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Singlet Pair Properties

  1. Oct 28, 2014 #1


    Staff: Mentor

    I just studied about the QM of singlet spin pairs. I have additional questions. Neither Wikipedia, nor past threads on this forum seem to address the questions.

    1) A pair of electrons forming a singlet pair A. Can the pair be split again into non-entangled electrons? If yes how; just hit it with a photon?

    2) Suppose we have two singlet pairs A and B. Can they be brought together without obeying the Fermi exclusion principle?

    3) Can we entangle pairs A and B into a quantum system with 4 electrons and 16 spin states?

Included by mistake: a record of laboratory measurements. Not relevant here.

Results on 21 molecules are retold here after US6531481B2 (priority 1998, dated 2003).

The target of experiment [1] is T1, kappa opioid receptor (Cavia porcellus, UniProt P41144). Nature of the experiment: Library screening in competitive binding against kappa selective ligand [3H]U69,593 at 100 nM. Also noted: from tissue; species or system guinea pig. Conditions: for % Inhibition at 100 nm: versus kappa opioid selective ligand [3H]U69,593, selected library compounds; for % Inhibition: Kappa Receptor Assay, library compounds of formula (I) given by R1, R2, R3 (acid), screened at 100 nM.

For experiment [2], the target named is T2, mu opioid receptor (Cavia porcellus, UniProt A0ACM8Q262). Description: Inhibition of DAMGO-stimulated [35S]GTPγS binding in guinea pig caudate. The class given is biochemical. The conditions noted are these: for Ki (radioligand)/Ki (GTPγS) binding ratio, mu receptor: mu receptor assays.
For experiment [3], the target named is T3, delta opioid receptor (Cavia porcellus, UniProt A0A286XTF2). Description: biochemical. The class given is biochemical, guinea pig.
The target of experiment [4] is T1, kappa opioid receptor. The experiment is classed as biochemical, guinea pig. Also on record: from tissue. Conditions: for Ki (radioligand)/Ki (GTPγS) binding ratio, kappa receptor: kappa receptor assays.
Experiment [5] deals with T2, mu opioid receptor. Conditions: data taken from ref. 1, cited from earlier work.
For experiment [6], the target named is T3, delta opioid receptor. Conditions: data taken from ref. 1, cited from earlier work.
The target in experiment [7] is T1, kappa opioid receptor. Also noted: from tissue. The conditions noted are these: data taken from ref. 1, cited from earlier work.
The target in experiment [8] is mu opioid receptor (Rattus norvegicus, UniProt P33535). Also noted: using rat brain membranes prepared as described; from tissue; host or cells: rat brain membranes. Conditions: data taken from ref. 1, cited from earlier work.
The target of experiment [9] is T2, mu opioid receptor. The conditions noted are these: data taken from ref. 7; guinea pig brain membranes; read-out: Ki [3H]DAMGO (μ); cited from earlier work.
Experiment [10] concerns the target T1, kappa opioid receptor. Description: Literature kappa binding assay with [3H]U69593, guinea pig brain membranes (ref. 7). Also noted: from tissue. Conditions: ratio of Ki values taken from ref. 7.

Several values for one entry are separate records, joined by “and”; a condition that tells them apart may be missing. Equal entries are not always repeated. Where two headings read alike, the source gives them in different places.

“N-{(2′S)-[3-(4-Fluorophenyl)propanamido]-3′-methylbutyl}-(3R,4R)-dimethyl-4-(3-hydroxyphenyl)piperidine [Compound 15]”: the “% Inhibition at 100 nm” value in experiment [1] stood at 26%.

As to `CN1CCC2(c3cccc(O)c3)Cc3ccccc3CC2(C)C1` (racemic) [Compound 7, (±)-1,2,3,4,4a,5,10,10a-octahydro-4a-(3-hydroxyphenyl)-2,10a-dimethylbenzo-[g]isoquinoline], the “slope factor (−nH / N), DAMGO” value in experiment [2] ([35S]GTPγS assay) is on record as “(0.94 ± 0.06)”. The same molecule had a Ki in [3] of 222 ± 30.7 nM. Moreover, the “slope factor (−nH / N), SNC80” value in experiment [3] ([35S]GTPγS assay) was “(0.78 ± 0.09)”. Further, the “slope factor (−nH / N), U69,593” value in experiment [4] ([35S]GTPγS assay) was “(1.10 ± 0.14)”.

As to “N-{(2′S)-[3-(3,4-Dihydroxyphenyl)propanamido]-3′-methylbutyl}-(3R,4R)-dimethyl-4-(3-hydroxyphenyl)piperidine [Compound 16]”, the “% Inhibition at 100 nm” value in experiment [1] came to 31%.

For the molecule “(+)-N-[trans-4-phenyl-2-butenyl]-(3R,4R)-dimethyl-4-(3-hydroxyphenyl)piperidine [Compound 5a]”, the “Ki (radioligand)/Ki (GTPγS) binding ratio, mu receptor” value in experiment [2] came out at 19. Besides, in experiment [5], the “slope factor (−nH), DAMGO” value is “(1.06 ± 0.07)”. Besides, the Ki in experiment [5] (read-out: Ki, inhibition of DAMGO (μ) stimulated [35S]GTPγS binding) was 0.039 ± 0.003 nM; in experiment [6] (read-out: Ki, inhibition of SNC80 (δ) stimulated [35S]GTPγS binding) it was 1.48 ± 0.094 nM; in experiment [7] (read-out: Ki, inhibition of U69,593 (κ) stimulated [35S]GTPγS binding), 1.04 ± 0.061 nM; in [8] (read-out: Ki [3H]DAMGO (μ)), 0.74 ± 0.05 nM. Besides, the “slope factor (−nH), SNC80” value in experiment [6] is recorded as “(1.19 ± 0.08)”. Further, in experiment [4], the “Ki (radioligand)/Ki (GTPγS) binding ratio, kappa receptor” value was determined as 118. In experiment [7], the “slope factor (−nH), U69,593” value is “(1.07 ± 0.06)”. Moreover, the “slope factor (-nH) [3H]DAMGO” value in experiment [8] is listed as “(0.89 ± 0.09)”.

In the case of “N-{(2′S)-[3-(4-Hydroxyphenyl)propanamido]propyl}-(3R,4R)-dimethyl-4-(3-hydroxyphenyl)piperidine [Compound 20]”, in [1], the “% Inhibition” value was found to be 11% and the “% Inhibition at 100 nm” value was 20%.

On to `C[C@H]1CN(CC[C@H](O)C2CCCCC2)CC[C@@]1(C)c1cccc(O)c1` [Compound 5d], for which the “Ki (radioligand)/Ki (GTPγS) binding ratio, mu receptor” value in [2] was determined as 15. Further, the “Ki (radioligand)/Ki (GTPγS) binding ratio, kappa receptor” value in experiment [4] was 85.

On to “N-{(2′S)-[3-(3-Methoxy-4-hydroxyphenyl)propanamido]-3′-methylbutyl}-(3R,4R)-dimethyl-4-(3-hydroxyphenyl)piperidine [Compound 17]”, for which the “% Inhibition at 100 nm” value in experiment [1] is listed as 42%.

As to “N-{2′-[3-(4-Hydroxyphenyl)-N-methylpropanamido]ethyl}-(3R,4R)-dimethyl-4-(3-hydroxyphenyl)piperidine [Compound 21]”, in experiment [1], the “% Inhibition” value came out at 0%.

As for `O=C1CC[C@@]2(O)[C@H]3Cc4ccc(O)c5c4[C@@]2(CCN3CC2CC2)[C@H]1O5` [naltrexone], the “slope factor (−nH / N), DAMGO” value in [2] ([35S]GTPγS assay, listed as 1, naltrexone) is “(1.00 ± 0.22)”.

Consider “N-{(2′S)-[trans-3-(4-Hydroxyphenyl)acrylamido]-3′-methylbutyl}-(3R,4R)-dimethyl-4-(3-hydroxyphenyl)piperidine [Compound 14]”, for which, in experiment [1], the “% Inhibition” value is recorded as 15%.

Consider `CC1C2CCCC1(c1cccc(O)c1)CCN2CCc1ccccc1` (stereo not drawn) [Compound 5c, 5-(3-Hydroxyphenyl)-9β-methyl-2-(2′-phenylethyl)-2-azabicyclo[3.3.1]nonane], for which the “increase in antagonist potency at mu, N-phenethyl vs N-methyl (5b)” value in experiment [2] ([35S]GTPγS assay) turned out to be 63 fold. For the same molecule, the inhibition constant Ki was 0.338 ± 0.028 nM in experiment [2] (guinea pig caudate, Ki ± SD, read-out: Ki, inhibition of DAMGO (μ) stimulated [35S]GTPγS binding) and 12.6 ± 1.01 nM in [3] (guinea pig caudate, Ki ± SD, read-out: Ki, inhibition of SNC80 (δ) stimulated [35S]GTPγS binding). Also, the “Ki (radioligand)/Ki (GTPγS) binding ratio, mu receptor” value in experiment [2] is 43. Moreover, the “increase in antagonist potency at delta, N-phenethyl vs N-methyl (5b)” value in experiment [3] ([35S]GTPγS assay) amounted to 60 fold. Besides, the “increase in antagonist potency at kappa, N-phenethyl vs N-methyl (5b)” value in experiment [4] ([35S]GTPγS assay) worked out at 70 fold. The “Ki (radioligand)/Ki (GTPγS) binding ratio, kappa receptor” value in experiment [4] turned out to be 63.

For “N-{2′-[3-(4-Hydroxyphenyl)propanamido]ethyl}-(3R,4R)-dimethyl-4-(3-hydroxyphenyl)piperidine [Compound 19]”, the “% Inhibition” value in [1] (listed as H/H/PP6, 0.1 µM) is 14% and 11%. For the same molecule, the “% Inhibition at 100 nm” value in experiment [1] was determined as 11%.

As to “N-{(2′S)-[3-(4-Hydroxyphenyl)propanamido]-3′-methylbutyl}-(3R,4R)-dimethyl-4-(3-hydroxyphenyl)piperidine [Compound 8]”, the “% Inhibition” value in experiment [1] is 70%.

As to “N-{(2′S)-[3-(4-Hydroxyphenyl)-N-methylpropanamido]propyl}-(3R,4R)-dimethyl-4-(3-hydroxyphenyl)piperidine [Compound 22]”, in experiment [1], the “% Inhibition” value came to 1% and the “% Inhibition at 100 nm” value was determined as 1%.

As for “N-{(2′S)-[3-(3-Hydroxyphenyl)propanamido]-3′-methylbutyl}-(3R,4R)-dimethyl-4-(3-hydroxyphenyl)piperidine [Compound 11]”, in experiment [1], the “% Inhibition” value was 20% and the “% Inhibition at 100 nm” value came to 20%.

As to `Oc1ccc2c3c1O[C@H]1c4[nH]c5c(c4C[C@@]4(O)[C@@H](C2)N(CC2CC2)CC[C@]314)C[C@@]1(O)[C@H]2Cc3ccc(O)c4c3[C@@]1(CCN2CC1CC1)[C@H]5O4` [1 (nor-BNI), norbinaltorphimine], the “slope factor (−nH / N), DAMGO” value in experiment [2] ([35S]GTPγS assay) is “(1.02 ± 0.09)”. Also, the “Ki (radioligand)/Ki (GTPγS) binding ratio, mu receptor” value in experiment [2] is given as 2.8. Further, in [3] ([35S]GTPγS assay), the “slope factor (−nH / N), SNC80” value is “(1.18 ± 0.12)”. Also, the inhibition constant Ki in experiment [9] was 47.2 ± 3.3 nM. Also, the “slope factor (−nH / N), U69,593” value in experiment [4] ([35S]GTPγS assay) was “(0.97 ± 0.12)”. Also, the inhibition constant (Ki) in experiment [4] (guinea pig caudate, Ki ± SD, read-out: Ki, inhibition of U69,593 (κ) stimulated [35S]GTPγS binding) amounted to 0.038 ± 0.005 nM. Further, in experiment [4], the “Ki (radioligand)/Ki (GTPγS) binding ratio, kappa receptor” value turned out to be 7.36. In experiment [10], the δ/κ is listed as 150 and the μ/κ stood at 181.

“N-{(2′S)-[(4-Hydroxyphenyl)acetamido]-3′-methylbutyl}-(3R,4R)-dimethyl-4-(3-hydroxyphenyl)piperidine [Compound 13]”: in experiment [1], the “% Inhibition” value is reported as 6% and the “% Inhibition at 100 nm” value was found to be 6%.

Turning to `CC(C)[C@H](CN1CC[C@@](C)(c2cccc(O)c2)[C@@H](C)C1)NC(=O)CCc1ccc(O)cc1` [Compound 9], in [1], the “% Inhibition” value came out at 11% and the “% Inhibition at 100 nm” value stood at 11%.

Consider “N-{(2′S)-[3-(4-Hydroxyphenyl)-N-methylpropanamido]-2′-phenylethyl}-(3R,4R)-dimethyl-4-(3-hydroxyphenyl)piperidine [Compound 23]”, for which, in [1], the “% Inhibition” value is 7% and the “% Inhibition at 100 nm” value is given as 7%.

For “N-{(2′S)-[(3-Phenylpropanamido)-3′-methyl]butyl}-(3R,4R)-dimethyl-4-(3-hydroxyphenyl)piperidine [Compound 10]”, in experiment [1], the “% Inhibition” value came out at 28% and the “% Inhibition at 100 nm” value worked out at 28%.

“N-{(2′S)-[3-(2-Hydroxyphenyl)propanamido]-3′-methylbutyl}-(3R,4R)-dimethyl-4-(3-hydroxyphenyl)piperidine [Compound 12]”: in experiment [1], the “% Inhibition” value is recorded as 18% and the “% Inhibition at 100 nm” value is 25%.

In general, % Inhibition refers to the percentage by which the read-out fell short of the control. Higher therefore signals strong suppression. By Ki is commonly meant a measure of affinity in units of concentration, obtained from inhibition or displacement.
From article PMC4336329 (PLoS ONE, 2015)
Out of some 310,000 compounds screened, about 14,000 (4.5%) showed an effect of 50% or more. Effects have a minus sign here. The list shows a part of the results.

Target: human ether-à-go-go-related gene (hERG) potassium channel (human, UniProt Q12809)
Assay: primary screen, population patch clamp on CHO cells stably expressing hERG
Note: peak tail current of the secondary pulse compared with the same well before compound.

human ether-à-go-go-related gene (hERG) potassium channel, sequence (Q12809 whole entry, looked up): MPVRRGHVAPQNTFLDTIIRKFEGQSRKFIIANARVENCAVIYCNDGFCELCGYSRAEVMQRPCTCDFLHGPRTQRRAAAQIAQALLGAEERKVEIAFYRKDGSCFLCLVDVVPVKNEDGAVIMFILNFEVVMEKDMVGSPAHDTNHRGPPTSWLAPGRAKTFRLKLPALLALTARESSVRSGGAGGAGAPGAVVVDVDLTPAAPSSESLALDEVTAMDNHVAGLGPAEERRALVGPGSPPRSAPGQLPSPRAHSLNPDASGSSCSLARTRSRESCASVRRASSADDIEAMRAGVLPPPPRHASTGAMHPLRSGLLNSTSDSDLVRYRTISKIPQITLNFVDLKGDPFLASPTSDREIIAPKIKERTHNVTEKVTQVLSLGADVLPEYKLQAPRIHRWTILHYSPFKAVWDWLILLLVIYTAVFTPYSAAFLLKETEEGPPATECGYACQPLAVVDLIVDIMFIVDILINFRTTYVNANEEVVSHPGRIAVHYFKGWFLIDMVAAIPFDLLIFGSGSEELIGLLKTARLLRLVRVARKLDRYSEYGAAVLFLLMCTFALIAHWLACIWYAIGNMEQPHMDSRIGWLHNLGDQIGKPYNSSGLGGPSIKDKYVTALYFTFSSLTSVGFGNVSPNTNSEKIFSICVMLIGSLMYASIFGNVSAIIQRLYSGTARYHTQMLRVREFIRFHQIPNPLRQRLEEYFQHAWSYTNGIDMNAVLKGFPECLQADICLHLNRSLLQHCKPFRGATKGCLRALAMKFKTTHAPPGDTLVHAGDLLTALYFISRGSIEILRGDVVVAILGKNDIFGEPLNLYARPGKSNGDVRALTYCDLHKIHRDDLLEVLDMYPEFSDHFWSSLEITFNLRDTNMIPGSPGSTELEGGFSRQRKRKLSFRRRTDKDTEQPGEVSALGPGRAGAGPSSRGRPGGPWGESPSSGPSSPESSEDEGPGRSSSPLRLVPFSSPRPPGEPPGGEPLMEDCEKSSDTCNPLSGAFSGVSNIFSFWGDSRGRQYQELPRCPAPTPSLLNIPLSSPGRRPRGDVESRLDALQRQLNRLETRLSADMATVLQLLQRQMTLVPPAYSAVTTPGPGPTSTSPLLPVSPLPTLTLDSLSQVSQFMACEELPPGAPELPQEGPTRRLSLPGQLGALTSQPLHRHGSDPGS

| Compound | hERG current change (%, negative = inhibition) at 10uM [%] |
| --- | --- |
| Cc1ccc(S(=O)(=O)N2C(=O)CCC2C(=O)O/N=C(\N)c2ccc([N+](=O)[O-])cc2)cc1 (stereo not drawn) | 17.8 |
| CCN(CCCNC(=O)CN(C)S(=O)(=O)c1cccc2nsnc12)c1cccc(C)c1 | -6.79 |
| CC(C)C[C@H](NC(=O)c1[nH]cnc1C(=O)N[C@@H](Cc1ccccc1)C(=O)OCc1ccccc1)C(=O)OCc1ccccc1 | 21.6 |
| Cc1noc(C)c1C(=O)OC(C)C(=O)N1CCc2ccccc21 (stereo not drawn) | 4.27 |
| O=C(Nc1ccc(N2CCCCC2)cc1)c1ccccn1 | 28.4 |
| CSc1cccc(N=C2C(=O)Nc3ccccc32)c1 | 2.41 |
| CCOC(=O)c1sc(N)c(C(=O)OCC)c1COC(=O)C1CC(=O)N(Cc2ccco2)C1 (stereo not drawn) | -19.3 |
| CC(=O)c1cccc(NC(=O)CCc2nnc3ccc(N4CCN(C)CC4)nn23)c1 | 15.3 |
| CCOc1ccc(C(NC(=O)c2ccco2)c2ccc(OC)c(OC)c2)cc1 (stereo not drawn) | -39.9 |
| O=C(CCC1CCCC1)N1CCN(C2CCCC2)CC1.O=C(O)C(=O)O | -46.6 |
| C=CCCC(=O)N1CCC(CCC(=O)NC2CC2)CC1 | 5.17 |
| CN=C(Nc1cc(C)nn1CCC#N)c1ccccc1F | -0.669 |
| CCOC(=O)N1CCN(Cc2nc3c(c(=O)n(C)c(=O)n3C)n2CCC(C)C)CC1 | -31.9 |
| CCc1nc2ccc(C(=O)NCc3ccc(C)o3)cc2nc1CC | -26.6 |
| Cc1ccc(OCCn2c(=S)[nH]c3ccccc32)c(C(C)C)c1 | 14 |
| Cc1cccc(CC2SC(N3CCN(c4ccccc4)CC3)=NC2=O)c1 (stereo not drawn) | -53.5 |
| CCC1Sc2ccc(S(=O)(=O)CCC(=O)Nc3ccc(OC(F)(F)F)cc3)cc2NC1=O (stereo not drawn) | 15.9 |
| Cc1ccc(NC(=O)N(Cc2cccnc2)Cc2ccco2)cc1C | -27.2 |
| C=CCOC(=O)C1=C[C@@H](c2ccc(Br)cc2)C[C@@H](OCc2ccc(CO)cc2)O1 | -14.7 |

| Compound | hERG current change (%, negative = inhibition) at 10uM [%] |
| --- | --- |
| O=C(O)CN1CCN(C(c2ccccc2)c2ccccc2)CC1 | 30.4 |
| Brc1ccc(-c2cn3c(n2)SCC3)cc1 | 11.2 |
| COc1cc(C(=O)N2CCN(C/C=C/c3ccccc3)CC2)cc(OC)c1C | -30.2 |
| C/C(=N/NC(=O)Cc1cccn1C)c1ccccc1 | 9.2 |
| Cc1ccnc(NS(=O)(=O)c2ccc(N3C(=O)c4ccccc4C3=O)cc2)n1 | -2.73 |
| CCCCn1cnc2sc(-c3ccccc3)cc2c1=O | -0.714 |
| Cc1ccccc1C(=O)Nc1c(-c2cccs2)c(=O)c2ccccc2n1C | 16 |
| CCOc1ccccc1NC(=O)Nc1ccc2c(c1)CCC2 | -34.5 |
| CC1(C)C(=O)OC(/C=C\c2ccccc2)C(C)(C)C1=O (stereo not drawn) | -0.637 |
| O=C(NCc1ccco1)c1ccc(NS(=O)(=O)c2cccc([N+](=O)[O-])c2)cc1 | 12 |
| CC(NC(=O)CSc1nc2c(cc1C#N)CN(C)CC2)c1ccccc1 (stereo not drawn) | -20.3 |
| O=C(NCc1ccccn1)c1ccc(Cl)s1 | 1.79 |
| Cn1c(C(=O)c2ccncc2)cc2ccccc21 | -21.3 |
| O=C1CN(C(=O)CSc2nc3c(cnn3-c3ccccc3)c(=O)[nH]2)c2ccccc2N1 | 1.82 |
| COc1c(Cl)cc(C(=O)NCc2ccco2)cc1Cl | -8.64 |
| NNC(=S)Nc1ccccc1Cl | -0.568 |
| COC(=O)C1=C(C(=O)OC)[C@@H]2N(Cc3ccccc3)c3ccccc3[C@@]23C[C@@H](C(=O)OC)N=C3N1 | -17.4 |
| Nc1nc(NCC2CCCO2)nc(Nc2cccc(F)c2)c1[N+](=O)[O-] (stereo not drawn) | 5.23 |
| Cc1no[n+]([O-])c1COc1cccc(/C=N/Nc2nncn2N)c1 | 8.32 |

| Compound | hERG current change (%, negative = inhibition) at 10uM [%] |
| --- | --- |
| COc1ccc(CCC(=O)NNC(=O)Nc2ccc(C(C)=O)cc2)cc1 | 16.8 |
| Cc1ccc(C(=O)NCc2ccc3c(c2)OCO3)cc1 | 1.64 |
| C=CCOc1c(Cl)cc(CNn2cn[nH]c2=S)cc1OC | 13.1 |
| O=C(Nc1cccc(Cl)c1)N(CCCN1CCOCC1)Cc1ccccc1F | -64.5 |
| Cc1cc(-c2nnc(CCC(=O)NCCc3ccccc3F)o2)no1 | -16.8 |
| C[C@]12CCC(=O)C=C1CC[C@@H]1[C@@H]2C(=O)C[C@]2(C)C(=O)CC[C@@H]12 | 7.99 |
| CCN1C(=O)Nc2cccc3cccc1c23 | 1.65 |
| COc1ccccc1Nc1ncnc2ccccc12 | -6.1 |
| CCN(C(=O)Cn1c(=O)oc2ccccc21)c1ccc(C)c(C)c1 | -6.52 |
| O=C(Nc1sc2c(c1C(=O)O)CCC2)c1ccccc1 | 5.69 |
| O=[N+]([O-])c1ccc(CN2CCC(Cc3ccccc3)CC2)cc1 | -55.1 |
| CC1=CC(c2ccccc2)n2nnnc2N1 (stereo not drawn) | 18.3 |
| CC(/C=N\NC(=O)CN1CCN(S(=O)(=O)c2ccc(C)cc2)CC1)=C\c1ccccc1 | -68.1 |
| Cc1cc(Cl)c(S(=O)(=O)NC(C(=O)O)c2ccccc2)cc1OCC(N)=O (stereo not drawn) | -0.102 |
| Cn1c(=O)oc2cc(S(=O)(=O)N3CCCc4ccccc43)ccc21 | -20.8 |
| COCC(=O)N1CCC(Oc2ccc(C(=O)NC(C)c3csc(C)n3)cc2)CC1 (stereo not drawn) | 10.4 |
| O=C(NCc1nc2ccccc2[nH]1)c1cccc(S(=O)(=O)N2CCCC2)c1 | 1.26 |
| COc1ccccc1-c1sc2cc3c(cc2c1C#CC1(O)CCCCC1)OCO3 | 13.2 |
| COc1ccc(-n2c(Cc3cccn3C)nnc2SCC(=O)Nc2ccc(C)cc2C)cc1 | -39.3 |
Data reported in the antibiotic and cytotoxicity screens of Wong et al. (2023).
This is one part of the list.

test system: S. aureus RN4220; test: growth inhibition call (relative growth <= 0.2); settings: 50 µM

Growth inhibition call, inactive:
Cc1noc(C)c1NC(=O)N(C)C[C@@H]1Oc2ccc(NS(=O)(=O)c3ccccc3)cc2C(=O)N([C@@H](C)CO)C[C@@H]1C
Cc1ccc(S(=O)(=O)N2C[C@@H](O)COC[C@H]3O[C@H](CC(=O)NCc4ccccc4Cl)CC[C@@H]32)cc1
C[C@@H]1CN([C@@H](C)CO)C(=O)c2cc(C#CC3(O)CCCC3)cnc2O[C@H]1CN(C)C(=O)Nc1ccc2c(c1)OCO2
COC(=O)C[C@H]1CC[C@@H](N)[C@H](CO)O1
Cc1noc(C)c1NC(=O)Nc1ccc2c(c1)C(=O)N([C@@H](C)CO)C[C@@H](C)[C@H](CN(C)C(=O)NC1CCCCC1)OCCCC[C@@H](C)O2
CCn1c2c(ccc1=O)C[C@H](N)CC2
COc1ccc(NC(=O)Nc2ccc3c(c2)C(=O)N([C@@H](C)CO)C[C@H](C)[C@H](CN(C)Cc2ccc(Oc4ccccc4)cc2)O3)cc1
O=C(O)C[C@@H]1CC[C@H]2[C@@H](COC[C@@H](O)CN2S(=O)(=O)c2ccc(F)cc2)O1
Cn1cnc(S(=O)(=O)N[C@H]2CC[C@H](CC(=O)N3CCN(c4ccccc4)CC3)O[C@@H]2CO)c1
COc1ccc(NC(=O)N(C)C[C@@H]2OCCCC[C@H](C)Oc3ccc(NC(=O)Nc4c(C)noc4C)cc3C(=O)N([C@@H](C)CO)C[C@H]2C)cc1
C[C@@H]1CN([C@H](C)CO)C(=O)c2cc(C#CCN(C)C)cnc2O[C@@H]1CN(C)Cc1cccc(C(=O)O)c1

2. jcsd
  3. Oct 28, 2014 #2


    User Avatar
    Science Advisor

    1) Yes. Easiest is to measure the spin of one electron (along any axis).

    2) The exclusion principle always holds.

    3) Assuming we have a universal set of quantum gates with which to manipulate the spins, then we can put them into any state we like, such as the 4-particle GHZ state.
  4. Oct 28, 2014 #3


    Staff: Mentor

    Thank you Avodyne. Regarding Pauli Exclusion, I was wondering if a singlet pair can behave like a boson, even though the electrons are fermions.
  5. Oct 28, 2014 #4


    User Avatar
    2017 Award

    Staff: Mentor

    It can - superconductors or superfluidity of He3 work that way, for example. That does not violate the uncertainty principle - no two fermions have the same state.
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